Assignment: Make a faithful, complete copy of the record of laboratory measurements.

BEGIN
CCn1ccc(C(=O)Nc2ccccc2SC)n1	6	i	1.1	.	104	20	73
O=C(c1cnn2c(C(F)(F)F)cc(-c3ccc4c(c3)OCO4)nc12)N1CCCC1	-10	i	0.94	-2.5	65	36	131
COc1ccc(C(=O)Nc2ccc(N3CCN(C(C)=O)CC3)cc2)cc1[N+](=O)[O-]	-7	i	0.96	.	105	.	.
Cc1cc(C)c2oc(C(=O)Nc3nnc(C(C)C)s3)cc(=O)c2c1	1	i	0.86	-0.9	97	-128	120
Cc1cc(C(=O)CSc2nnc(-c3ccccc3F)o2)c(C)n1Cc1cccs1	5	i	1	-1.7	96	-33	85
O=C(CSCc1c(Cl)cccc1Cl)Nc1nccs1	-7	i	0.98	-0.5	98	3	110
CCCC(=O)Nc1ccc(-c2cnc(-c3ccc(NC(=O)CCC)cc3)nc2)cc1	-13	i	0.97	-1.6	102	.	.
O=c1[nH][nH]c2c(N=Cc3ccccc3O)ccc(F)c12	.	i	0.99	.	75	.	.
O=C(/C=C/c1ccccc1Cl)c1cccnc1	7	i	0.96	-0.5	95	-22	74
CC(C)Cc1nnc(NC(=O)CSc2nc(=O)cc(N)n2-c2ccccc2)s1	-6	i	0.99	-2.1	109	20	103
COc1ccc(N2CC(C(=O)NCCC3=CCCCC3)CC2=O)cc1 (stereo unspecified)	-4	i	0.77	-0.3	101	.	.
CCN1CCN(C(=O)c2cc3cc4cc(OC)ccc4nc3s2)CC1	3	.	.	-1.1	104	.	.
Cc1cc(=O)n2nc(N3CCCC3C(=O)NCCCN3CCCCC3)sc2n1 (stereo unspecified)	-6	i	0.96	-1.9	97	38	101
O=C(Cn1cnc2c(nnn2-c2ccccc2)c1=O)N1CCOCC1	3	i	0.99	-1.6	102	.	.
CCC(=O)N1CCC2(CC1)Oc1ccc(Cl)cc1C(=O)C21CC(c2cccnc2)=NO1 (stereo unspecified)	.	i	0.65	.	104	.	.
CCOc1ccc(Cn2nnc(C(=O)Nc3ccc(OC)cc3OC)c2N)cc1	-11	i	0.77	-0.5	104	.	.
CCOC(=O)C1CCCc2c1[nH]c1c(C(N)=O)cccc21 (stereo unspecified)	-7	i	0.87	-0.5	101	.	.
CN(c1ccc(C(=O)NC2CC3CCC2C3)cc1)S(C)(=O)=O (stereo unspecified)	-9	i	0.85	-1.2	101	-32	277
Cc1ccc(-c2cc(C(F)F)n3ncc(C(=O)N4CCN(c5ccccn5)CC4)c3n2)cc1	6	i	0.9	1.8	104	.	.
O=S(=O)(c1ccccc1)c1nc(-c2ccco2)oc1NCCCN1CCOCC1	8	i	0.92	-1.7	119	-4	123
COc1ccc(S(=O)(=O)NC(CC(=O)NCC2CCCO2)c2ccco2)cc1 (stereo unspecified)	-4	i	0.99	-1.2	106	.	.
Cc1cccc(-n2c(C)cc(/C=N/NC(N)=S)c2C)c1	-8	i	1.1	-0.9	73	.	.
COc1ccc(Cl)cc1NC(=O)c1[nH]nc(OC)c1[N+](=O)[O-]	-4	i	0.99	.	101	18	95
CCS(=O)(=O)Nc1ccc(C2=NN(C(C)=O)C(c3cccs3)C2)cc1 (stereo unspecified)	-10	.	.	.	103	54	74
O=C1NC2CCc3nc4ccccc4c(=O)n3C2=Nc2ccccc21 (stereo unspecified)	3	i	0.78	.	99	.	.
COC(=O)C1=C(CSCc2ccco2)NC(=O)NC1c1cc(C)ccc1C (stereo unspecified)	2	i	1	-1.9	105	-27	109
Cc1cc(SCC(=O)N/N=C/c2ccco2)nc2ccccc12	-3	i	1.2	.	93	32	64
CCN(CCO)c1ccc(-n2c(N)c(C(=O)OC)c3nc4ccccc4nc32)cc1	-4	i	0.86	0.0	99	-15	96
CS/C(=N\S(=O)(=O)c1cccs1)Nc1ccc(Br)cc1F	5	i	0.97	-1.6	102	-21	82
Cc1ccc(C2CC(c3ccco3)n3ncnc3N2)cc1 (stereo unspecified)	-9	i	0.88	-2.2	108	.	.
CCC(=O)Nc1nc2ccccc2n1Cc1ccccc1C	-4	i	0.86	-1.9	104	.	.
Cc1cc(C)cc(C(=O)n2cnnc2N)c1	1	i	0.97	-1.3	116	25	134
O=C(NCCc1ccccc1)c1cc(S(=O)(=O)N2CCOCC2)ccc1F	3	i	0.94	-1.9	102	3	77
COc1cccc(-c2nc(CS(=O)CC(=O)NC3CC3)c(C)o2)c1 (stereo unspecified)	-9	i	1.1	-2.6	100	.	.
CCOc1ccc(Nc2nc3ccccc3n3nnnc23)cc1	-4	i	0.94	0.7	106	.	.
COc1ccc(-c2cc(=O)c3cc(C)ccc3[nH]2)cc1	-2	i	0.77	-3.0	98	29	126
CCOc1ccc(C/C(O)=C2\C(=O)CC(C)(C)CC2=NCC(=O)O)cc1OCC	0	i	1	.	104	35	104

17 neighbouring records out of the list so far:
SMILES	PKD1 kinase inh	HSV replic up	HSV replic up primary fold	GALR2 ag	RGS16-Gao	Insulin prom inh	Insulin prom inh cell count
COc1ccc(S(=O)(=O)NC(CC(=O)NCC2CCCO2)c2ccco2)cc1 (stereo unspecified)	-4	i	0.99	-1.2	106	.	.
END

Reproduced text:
CCn1ccc(C(=O)Nc2ccccc2SC)n1	6	i	1.1	.	104	20	73
O=C(c1cnn2c(C(F)(F)F)cc(-c3ccc4c(c3)OCO4)nc12)N1CCCC1	-10	i	0.94	-2.5	65	36	131
COc1ccc(C(=O)Nc2ccc(N3CCN(C(C)=O)CC3)cc2)cc1[N+](=O)[O-]	-7	i	0.96	.	105	.	.
Cc1cc(C)c2oc(C(=O)Nc3nnc(C(C)C)s3)cc(=O)c2c1	1	i	0.86	-0.9	97	-128	120
Cc1cc(C(=O)CSc2nnc(-c3ccccc3F)o2)c(C)n1Cc1cccs1	5	i	1	-1.7	96	-33	85
O=C(CSCc1c(Cl)cccc1Cl)Nc1nccs1	-7	i	0.98	-0.5	98	3	110
CCCC(=O)Nc1ccc(-c2cnc(-c3ccc(NC(=O)CCC)cc3)nc2)cc1	-13	i	0.97	-1.6	102	.	.
O=c1[nH][nH]c2c(N=Cc3ccccc3O)ccc(F)c12	.	i	0.99	.	75	.	.
O=C(/C=C/c1ccccc1Cl)c1cccnc1	7	i	0.96	-0.5	95	-22	74
CC(C)Cc1nnc(NC(=O)CSc2nc(=O)cc(N)n2-c2ccccc2)s1	-6	i	0.99	-2.1	109	20	103
COc1ccc(N2CC(C(=O)NCCC3=CCCCC3)CC2=O)cc1 (stereo unspecified)	-4	i	0.77	-0.3	101	.	.
CCN1CCN(C(=O)c2cc3cc4cc(OC)ccc4nc3s2)CC1	3	.	.	-1.1	104	.	.
Cc1cc(=O)n2nc(N3CCCC3C(=O)NCCCN3CCCCC3)sc2n1 (stereo unspecified)	-6	i	0.96	-1.9	97	38	101
O=C(Cn1cnc2c(nnn2-c2ccccc2)c1=O)N1CCOCC1	3	i	0.99	-1.6	102	.	.
CCC(=O)N1CCC2(CC1)Oc1ccc(Cl)cc1C(=O)C21CC(c2cccnc2)=NO1 (stereo unspecified)	.	i	0.65	.	104	.	.
CCOc1ccc(Cn2nnc(C(=O)Nc3ccc(OC)cc3OC)c2N)cc1	-11	i	0.77	-0.5	104	.	.
CCOC(=O)C1CCCc2c1[nH]c1c(C(N)=O)cccc21 (stereo unspecified)	-7	i	0.87	-0.5	101	.	.
CN(c1ccc(C(=O)NC2CC3CCC2C3)cc1)S(C)(=O)=O (stereo unspecified)	-9	i	0.85	-1.2	101	-32	277
Cc1ccc(-c2cc(C(F)F)n3ncc(C(=O)N4CCN(c5ccccn5)CC4)c3n2)cc1	6	i	0.9	1.8	104	.	.
O=S(=O)(c1ccccc1)c1nc(-c2ccco2)oc1NCCCN1CCOCC1	8	i	0.92	-1.7	119	-4	123
COc1ccc(S(=O)(=O)NC(CC(=O)NCC2CCCO2)c2ccco2)cc1 (stereo unspecified)	-4	i	0.99	-1.2	106	.	.
Cc1cccc(-n2c(C)cc(/C=N/NC(N)=S)c2C)c1	-8	i	1.1	-0.9	73	.	.
COc1ccc(Cl)cc1NC(=O)c1[nH]nc(OC)c1[N+](=O)[O-]	-4	i	0.99	.	101	18	95
CCS(=O)(=O)Nc1ccc(C2=NN(C(C)=O)C(c3cccs3)C2)cc1 (stereo unspecified)	-10	.	.	.	103	54	74
O=C1NC2CCc3nc4ccccc4c(=O)n3C2=Nc2ccccc21 (stereo unspecified)	3	i	0.78	.	99	.	.
COC(=O)C1=C(CSCc2ccco2)NC(=O)NC1c1cc(C)ccc1C (stereo unspecified)	2	i	1	-1.9	105	-27	109
Cc1cc(SCC(=O)N/N=C/c2ccco2)nc2ccccc12	-3	i	1.2	.	93	32	64
CCN(CCO)c1ccc(-n2c(N)c(C(=O)OC)c3nc4ccccc4nc32)cc1	-4	i	0.86	0.0	99	-15	96
CS/C(=N\S(=O)(=O)c1cccs1)Nc1ccc(Br)cc1F	5	i	0.97	-1.6	102	-21	82
Cc1ccc(C2CC(c3ccco3)n3ncnc3N2)cc1 (stereo unspecified)	-9	i	0.88	-2.2	108	.	.
CCC(=O)Nc1nc2ccccc2n1Cc1ccccc1C	-4	i	0.86	-1.9	104	.	.
Cc1cc(C)cc(C(=O)n2cnnc2N)c1	1	i	0.97	-1.3	116	25	134
O=C(NCCc1ccccc1)c1cc(S(=O)(=O)N2CCOCC2)ccc1F	3	i	0.94	-1.9	102	3	77
COc1cccc(-c2nc(CS(=O)CC(=O)NC3CC3)c(C)o2)c1 (stereo unspecified)	-9	i	1.1	-2.6	100	.	.
CCOc1ccc(Nc2nc3ccccc3n3nnnc23)cc1	-4	i	0.94	0.7	106	.	.
COc1ccc(-c2cc(=O)c3cc(C)ccc3[nH]2)cc1	-2	i	0.77	-3.0	98	29	126
CCOc1ccc(C/C(O)=C2\C(=O)CC(C)(C)CC2=NCC(=O)O)cc1OCC	0	i	1	.	104	35	104

17 neighbouring records out of the list so far:
SMILES	PKD1 kinase inh	HSV replic up	HSV replic up primary fold	GALR2 ag	RGS16-Gao	Insulin prom inh	Insulin prom inh cell count
COc1ccc(S(=O)(=O)NC(CC(=O)NCC2CCCO2)c2ccco2)cc1 (stereo unspecified)	-4	i	0.99	-1.2	106	.	.